Yesterday, over at Blogging for Corker, their bloggers tried to deceive readers by insinuating that Congressman Ford is against reforming the estate (death) tax, against cutting taxes and is for big spending. All could not be further from the truth.
Blogger Sean Braisted quickly put to bed the myth that Ford was against reforming the death tax in a brilliant post over at his blog.
Sean pointed out, "Now, the funny thing is, Truman tries to use Corker's opposition to the tax on inherited wealth as a contrast to Harold Ford Jr...the only problem is, HFJ hates the "death" tax as much as Corker. In 2001 he voted to eliminate it, and in 2006 he voted to raise the minimum income level from 2 to 5 million dollars (the package deal with a minimum wage increase)." (Read Ford's estate tax plan here)
Now, let me if I could, tackle the issue of tax relief.
Despite what the Corker camp and the Republicans may say, Harold Ford Jr. is the real supporter of tax cuts in this race. During his tenure in Congress, Ford has supported over $1.2 trillion in tax cuts.
Below is just a sampling of his record on tax relief:
- Voted to cut the estate or inheritance tax (07/28/06)
- Ford backed reduced capital gains and dividend tax rates, which would result in tax cuts worth $70 billion over five years Commercial Appeal, 05/11/06)
- U.S. Rep. Harold Ford Jr., is the author of legislation that would make a $4,000 tuition tax deduction a permanent part of the federal tax code
- Ford voted in favor of the Americans Jobs Creation Act, which allowed Tennesseans and others from states with no state income tax to deduct state sales tax from federal income tax and provided for $137 billion in new tax cuts for corporations over 10 years
- Ford voted in favor of extending the research and development tax credit, the work opportunity and welfare to work credit, school construction tax credit, child tax credit, marriage penalty relief (H.R. 1308, 09/23/04, Passed 339-65)
- Voted for a budget proposal in which the first $910 billion to be used for tax cuts (H.C.R. 83, 03/28/2001, Failed 183-243)
- During his first year in Congress, Harold Ford Jr supported the largest tax cut since 1981 (Knoxville News-Sentinel, 08/03/97)
- Wall Street Journal OpinionJournal.com columnist John Fund says Harold Ford is a moderate Democrat “who votes for Republican tax cuts”: “The Democrats have done something very smart. In key states they are running much more moderate candidates than they used to. Bob Casey in Pennsylvania, who is pro-life, against Rick Santorum; Tennessee--Harold Ford, a Democrat who votes for Republican tax cuts.” (Wall Street Journal, 05/29/06)
Corker on the other hand, has never cut a tax in his life. Not as Don Sundquist's Financial Officer or as Mayor of Chattanooga.
Don't let these goons fool you. Ford supports smart tax relief, his record shows that. Corker may say he supporst tax relief, but his record shows he doesn't.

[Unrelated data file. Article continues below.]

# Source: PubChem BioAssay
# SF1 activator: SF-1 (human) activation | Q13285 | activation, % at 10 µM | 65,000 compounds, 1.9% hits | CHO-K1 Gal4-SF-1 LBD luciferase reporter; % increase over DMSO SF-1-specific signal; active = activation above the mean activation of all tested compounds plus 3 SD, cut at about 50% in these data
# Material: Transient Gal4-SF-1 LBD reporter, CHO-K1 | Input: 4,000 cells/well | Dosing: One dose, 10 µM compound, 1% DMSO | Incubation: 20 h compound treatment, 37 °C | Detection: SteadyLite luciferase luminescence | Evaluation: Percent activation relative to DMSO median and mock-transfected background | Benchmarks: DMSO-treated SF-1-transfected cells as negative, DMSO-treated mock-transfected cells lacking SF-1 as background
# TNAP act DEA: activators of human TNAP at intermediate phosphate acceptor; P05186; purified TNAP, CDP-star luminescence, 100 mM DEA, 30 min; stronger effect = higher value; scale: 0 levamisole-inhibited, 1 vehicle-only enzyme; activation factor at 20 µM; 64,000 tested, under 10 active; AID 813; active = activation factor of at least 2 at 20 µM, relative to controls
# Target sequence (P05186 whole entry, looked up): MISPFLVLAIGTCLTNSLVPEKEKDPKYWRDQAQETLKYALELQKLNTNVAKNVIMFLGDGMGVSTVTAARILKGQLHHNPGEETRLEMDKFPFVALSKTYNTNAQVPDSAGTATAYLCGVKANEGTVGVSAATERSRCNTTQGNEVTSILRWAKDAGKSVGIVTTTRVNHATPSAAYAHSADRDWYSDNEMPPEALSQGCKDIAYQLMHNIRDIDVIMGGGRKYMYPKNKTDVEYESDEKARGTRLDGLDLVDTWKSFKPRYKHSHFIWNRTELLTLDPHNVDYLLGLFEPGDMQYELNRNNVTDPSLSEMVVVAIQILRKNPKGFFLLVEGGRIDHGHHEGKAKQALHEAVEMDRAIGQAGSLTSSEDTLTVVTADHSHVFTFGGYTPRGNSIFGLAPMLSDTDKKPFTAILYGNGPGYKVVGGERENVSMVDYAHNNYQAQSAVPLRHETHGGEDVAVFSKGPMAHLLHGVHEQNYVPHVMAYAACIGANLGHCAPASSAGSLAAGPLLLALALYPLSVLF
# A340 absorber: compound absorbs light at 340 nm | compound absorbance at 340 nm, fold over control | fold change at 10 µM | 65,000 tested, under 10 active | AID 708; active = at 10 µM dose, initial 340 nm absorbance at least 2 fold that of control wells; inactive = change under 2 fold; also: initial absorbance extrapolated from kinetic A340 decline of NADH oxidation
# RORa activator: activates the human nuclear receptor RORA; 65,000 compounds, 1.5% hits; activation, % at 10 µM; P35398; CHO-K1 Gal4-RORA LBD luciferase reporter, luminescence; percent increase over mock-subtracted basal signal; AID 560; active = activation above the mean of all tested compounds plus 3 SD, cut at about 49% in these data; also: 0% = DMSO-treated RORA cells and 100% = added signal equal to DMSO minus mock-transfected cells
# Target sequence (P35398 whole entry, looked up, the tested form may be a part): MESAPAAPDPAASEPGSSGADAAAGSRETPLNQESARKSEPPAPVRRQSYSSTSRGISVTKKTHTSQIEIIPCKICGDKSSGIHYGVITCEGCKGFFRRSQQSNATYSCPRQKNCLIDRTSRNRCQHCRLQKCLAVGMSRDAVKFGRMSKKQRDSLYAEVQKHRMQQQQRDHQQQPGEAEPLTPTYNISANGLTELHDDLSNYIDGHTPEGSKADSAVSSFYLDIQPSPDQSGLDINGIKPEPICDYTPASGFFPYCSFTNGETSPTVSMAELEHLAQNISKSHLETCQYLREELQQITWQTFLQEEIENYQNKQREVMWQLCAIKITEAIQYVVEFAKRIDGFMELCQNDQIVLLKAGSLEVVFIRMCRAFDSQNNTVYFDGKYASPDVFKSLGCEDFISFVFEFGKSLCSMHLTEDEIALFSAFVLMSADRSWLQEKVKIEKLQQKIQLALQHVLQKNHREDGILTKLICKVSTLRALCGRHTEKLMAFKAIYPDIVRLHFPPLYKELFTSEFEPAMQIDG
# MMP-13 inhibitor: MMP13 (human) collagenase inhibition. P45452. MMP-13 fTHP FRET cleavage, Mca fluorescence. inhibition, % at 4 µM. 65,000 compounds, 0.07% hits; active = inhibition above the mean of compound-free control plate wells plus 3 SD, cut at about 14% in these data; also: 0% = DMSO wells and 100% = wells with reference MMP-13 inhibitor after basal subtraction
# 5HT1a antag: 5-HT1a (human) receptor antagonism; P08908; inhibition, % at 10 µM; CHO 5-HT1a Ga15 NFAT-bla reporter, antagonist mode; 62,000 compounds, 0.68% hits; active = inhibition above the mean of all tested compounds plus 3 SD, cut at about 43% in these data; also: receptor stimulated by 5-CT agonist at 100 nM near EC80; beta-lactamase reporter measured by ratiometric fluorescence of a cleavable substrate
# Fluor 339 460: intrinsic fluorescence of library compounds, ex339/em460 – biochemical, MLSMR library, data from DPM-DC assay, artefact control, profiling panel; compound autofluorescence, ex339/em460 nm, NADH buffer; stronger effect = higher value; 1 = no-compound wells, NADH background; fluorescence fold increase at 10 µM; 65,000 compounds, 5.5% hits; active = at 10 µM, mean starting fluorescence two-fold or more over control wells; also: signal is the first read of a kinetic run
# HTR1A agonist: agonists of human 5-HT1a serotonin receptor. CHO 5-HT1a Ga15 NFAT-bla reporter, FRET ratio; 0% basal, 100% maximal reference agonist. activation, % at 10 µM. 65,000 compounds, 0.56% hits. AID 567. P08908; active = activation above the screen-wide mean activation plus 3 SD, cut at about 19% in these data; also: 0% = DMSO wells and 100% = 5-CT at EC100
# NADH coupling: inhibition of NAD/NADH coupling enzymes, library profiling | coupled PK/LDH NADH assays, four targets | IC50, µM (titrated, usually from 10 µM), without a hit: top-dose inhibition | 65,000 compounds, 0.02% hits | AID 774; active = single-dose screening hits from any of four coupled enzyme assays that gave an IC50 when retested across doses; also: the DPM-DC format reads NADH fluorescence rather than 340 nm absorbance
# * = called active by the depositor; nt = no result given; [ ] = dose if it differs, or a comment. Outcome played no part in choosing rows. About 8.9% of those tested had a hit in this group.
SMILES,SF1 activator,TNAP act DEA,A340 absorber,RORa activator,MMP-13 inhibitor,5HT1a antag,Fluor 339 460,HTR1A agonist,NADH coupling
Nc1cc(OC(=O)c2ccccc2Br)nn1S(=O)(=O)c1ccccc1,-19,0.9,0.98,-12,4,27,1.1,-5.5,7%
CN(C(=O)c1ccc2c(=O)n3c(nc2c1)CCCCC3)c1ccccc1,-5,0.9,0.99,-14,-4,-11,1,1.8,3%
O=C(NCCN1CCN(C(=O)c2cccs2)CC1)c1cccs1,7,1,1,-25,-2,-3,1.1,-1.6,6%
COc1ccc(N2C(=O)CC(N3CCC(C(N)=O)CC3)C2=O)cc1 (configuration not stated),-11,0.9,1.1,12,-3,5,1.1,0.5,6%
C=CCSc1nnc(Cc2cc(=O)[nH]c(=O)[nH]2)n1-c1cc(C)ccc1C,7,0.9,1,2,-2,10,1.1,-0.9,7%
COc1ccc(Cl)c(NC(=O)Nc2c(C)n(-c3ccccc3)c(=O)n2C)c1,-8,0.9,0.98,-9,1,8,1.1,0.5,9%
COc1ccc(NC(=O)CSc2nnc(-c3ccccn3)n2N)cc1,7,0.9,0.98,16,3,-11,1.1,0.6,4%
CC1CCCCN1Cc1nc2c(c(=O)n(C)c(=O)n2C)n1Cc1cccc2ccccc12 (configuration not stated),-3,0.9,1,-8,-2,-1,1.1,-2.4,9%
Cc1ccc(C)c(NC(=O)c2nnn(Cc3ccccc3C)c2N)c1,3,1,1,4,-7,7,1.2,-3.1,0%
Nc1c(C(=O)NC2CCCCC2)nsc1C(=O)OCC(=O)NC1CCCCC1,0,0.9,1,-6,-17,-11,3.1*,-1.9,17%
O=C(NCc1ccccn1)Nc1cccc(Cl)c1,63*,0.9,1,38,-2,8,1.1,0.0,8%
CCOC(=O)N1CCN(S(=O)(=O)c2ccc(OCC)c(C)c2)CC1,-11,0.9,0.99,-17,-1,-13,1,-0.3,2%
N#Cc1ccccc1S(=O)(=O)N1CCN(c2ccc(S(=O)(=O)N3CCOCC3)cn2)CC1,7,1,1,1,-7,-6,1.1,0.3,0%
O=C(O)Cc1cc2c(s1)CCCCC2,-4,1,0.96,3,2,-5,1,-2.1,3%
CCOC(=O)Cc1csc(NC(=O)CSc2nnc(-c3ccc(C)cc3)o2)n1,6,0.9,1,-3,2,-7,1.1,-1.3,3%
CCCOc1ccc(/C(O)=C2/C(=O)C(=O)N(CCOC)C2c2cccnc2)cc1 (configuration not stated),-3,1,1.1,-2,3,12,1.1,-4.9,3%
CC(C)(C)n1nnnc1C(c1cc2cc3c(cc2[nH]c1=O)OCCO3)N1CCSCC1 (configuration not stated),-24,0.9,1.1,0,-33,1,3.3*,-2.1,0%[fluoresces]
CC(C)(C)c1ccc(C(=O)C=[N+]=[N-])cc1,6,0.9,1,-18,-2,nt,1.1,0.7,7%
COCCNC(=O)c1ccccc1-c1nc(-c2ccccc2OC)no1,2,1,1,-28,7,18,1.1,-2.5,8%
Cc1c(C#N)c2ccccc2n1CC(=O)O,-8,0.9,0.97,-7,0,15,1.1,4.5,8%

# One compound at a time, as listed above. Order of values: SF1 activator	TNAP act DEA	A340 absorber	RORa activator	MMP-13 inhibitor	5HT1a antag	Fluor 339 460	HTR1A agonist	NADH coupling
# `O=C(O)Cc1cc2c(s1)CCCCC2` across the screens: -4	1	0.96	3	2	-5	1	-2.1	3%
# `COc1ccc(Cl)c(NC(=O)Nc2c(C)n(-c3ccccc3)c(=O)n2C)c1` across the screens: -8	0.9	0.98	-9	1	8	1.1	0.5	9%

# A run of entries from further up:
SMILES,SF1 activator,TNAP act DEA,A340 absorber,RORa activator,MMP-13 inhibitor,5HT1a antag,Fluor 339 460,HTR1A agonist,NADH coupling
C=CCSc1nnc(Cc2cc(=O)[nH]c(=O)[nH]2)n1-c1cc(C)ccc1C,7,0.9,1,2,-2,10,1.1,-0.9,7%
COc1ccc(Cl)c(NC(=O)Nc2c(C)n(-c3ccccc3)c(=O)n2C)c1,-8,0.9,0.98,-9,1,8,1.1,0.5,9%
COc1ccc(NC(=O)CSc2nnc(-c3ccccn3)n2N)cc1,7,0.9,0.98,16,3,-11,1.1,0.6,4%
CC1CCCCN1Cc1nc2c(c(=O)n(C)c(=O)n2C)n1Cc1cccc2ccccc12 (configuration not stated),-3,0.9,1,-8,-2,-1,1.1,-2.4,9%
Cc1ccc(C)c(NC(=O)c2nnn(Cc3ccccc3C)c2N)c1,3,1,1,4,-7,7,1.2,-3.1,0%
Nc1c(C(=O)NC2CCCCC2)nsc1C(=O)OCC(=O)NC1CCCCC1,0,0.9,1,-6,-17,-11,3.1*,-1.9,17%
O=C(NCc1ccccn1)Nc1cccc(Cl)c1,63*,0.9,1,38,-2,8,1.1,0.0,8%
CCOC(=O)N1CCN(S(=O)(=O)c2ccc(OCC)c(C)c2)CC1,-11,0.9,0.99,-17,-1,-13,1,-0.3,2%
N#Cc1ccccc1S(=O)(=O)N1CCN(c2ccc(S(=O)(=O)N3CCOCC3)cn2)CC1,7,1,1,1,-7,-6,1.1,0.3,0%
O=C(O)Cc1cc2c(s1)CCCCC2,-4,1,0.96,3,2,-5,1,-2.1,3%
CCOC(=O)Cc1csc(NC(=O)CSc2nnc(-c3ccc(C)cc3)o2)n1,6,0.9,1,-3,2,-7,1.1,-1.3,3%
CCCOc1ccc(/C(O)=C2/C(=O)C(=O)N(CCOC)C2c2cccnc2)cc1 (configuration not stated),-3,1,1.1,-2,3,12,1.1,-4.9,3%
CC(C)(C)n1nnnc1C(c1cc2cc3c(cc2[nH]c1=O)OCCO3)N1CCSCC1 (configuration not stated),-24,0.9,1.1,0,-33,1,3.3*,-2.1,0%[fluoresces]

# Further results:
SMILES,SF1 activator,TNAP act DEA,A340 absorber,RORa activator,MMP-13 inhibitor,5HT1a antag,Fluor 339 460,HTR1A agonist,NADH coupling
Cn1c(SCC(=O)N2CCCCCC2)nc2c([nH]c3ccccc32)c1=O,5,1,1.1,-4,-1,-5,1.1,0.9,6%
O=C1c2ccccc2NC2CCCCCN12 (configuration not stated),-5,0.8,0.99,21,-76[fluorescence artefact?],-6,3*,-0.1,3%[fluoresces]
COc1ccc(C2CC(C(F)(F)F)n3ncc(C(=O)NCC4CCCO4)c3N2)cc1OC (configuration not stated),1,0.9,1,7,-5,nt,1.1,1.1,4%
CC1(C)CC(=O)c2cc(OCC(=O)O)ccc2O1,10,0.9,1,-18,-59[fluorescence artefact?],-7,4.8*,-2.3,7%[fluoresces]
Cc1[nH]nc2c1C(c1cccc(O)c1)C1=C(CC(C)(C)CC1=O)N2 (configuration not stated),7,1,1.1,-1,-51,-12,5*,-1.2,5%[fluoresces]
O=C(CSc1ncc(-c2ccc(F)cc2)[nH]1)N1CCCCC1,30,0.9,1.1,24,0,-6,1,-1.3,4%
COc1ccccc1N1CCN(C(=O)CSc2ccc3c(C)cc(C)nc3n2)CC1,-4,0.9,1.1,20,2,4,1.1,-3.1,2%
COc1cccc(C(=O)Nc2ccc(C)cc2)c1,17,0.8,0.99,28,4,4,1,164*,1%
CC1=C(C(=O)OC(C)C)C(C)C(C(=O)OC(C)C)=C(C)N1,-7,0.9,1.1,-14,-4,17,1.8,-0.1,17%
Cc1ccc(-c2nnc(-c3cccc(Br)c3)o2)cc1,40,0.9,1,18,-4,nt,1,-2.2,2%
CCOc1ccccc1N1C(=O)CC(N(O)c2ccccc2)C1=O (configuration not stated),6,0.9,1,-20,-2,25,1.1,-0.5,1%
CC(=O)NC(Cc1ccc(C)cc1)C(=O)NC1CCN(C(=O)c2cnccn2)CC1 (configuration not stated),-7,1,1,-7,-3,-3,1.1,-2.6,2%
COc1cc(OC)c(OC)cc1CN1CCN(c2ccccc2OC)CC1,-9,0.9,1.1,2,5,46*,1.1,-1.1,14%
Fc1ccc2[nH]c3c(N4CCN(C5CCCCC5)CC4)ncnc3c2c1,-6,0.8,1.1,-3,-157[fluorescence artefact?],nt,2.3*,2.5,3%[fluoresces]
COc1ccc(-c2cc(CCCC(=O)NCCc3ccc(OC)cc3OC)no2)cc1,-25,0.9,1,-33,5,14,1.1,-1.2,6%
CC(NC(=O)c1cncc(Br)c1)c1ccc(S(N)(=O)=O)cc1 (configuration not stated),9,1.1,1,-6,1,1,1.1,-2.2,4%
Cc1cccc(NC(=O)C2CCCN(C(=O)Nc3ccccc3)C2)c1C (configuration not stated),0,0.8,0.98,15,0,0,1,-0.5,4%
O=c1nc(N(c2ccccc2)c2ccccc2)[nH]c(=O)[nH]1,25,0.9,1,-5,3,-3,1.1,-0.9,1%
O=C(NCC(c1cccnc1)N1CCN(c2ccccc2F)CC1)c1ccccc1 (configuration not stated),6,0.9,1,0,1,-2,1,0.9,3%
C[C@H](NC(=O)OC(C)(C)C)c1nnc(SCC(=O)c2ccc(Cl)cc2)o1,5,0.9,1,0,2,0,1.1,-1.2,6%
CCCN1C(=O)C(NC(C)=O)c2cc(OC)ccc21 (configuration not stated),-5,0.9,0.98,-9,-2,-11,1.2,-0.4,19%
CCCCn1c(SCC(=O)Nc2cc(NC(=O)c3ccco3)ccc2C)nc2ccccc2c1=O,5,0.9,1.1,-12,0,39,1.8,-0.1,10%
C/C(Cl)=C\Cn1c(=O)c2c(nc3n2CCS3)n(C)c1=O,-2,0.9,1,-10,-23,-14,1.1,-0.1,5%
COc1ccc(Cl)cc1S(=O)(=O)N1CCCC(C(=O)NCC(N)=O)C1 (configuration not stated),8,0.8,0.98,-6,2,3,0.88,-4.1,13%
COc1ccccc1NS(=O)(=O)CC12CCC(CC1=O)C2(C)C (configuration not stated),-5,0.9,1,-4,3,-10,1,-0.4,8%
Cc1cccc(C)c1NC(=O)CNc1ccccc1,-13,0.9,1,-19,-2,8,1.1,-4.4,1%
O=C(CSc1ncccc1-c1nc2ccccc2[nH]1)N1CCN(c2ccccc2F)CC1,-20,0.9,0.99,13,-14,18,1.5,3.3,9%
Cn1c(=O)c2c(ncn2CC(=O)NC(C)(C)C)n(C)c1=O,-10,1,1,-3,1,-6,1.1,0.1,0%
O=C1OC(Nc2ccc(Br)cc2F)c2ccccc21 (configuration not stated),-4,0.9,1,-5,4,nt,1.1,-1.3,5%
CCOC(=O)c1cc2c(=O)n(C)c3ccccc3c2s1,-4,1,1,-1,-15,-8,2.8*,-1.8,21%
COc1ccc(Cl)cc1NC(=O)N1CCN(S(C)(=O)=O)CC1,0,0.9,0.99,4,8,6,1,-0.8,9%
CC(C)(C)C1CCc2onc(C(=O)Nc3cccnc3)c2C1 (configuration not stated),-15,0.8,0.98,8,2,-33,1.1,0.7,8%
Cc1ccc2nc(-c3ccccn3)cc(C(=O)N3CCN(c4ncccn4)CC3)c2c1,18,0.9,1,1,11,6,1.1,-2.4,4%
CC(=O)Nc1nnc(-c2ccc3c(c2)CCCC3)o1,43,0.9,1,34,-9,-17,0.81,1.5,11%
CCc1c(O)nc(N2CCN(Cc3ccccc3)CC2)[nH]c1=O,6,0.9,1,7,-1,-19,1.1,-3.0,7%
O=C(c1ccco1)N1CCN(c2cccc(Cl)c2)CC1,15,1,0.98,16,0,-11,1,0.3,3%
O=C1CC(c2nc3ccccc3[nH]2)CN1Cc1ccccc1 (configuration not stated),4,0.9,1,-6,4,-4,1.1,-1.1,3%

Finally, Nathan Moore and his fellow henchmen insinuated that Congressman Ford is a big spender. I found this most flabbergasting of any of their assertions. The truth is, Congressman Ford is a leader in Congress on fiscal responsiblity. Even conservative Republican Congresswoman Ileana Ros-Lehtinen agrees:
“Well I congratulate Harold, because he really is one of the more conservative and I would say level headed members of his party. He is a fiscal watchdog, he wants to make sure we don’t raid the coffers for when we really need it like in emergencies like this one (hurricane relief).” CNBC’s “Squawk Box,” 09/23/05
His record shows his fiscal strength:
- Congressman Harold Ford is a co-sponsor of H.J. Res. 22, a resolution proposing a Balanced Budget Amendment to the Constitution of the United States (introduced 2/17/2005).
- Voted YES to restore “PAYGO” spending discipline. This proposal would restore the original Pay-As-You-Go (PAYGO) rules as they were originally established under the 1990 Budget Enforcement Act and extended in 1997. The pay-as-you-go provisions would require that both increases in mandatory spending and tax cuts be offset, either by cuts in mandatory spending or increases in taxes (H.R. 4663, 06/25/04, Failed 196-218).
- Voted YES on a resolution to revise the conference report on the fiscal 2005 budget resolution that would provide $14.2 billion in additional funds for education, homeland security, veterans, health and other programs (H.R.S. 685, 06/24/04, Failed 184-230). The increased spending would be offset by reducing or eliminating $18.9 billion in tax cuts for couples with incomes of more than $1 million and the remaining $4.7 billion would be used for deficit reduction (Washington Times 06/25/04).
- Voted YES on a measure to limit budget deficits. This particular legislation was on a motion to instruct House conferees to accept provisions in the Senate version of the budget resolution that would force any tax cut or mandatory spending expansion to be offset by revenue increases or spending cuts. The motion would also erect a procedural hurdle in the Senate, 60 votes, to lift these restrictions (SCR 95, 05/05/04, Failed 208-215).